Only 2.3% of new mums gave birth at home in 2015, a figure that has remained unchanged since 2012.
Women aged between 35 and 39 were most likely to have a home birth.
The statistics were released as part of the Office for National Statistics report on Birth Characteristics in England and Wales throughout 2015.
The greatest percentage of women giving birth at home over the last three decades was 2.9%, in 2007 and 2008.
Commenting on the small percentage, Cathy Warwick, chief executive of the Royal College of Midwives (RCM) told The Huffington Post UK: “Many women choose to give birth in hospital. Others choose midwife-led units. Some choose a home birth.
“The uniting thread is choice – or it should be. Yet, currently, I feel that too many women are not getting the choice of birth they really want, at the place of birth they really want.
“As things stand, around 96% of births are in hospital – in obstetric units or alongside midwifery units. I’m not sure that this is the option 96% of women would make if they had a real choice.”
Warwick continued: “Real choice is important, because a woman has to be happy and comfortable with the environment in which she gives birth.
“She also has to be happy with the type of birth she has and if it’s her choice to birth at home we should be doing everything we can to support that.”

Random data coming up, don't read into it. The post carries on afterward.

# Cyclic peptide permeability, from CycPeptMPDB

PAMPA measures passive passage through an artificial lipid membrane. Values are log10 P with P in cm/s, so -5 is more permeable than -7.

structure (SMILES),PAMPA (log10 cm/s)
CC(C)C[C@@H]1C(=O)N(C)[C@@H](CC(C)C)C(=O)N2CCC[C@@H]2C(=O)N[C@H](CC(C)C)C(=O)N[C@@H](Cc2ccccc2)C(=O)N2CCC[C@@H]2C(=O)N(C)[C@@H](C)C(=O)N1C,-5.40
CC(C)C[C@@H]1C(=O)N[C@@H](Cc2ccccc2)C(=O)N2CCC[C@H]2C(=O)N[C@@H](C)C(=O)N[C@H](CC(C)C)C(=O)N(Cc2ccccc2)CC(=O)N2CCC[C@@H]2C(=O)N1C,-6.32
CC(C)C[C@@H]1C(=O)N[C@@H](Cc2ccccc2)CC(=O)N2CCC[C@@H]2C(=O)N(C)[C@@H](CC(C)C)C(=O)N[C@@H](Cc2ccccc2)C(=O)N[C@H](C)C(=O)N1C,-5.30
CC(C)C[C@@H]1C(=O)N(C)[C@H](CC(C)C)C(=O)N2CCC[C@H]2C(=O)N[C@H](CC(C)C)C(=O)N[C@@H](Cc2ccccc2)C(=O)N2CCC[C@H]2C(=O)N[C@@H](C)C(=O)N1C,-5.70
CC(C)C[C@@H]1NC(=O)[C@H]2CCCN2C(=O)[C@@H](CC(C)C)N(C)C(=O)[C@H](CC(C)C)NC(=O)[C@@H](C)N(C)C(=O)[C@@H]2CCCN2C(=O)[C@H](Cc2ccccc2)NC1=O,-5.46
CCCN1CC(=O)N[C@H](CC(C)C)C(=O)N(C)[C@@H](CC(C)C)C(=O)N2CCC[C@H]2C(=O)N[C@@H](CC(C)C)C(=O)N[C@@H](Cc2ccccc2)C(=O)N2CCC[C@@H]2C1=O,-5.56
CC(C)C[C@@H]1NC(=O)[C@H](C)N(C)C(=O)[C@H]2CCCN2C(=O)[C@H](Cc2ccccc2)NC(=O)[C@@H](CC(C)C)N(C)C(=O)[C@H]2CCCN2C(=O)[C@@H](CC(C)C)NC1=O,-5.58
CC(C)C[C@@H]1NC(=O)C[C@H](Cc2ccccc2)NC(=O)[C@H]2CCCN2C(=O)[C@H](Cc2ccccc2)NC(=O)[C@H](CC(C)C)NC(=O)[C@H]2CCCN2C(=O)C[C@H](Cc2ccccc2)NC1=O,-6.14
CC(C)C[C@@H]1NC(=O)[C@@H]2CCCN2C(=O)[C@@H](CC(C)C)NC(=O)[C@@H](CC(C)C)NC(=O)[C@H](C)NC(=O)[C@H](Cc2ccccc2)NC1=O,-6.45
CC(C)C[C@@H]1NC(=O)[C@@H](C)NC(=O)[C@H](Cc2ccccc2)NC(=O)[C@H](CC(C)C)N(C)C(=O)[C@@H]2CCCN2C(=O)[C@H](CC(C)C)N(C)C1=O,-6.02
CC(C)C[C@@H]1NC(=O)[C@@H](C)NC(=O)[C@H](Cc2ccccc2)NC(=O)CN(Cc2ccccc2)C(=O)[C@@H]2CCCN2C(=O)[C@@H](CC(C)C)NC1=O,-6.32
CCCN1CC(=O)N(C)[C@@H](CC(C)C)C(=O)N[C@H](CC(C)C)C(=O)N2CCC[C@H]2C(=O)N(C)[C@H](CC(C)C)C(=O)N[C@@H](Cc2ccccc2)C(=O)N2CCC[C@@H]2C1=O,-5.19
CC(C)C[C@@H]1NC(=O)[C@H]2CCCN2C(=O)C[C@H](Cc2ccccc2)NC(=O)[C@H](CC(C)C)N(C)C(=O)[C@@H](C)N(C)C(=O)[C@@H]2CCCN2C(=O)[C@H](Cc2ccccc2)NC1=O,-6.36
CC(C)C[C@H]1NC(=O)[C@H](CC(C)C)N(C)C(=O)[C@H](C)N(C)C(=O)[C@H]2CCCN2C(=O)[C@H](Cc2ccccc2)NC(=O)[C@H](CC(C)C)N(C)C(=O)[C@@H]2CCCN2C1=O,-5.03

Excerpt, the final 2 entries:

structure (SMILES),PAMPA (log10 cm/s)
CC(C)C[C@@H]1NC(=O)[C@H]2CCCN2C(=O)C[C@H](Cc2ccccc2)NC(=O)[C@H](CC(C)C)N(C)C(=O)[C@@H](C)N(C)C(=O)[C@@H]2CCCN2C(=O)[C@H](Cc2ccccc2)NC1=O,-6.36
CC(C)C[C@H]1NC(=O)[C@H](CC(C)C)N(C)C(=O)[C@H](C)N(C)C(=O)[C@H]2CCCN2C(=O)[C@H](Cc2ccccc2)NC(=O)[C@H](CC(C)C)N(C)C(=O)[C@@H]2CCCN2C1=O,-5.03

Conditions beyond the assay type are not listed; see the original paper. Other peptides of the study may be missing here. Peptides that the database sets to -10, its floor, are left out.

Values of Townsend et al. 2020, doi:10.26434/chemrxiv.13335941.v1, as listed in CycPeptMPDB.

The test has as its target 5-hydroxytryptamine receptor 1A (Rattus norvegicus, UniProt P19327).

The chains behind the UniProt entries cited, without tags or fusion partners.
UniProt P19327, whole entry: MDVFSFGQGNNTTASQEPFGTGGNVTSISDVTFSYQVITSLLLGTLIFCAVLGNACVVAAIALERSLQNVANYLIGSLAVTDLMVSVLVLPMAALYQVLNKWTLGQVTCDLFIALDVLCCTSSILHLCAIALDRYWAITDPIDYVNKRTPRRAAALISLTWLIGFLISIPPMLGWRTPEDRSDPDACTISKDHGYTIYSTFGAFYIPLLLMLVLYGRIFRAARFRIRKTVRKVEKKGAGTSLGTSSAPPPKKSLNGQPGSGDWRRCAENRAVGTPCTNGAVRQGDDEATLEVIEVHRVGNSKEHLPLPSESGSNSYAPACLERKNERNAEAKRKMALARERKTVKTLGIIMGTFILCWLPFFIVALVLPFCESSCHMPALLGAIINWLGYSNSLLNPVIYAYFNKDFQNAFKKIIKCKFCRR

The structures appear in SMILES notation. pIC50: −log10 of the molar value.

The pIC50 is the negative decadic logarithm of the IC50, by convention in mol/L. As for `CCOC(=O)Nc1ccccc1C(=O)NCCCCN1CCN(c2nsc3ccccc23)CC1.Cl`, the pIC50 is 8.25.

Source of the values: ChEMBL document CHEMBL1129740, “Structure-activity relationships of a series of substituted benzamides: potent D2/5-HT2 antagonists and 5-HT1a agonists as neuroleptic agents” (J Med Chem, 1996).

Warwick’s comments reflect her speech at the RCM annual conference on Wednesday 19 October 2016, in which she stated: “Too many women are still denied a choice over fundamental issues, such as where they give birth.
“This is leaving many having a less than positive experience of pregnancy and birth. So while it is encouraging that the number of alongside midwifery units has virtually doubled in the last five years, the same cannot be said for FMUs (freestanding, midwife-lead units) and home births.
“Although there has been a modest increase in the number of freestanding birth centres, the proportion of women birthing in them has barely increased and the home birth rate continues to fall”.
The ONS figures also showed an increase in the number of women having multiple births.
There were 11,073 women who had a multiple birth last year, with 10,901 women having twins, 169 women having triplets and three having quadruplets or above.
Out of every 1,000 women who gave birth, 16.1 had a multiple birth. In 2014, this was 16 women and in 2013, 15.6 women.
Women were most likely to have a multiple birth if they were aged 45 and over, with 102.4 out of every 1,000 births in that age group being multiple.
There were 697,000 live births in England and Wales in 2015, of which 339,716 were girls and 358,136 were boys.
Elizabeth McLaren, head of birth statistics at ONS, said: “Since 1993, women aged 45 and over have consistently had the highest proportion of multiple births - partly due to higher levels of assisted fertility treatments at these ages.
“Our figures for 2015 show that the proportion of women having multiple births increased slightly compared with 2014.
“This increase was driven by women aged 25 to 29 since at all other ages the proportion of women having multiple births either decreased or remained unchanged.”
The Huffington Post UK has contacted the Department of Health for comment on the issue raised by Warwick about women being “denied a choice” around where they give birth.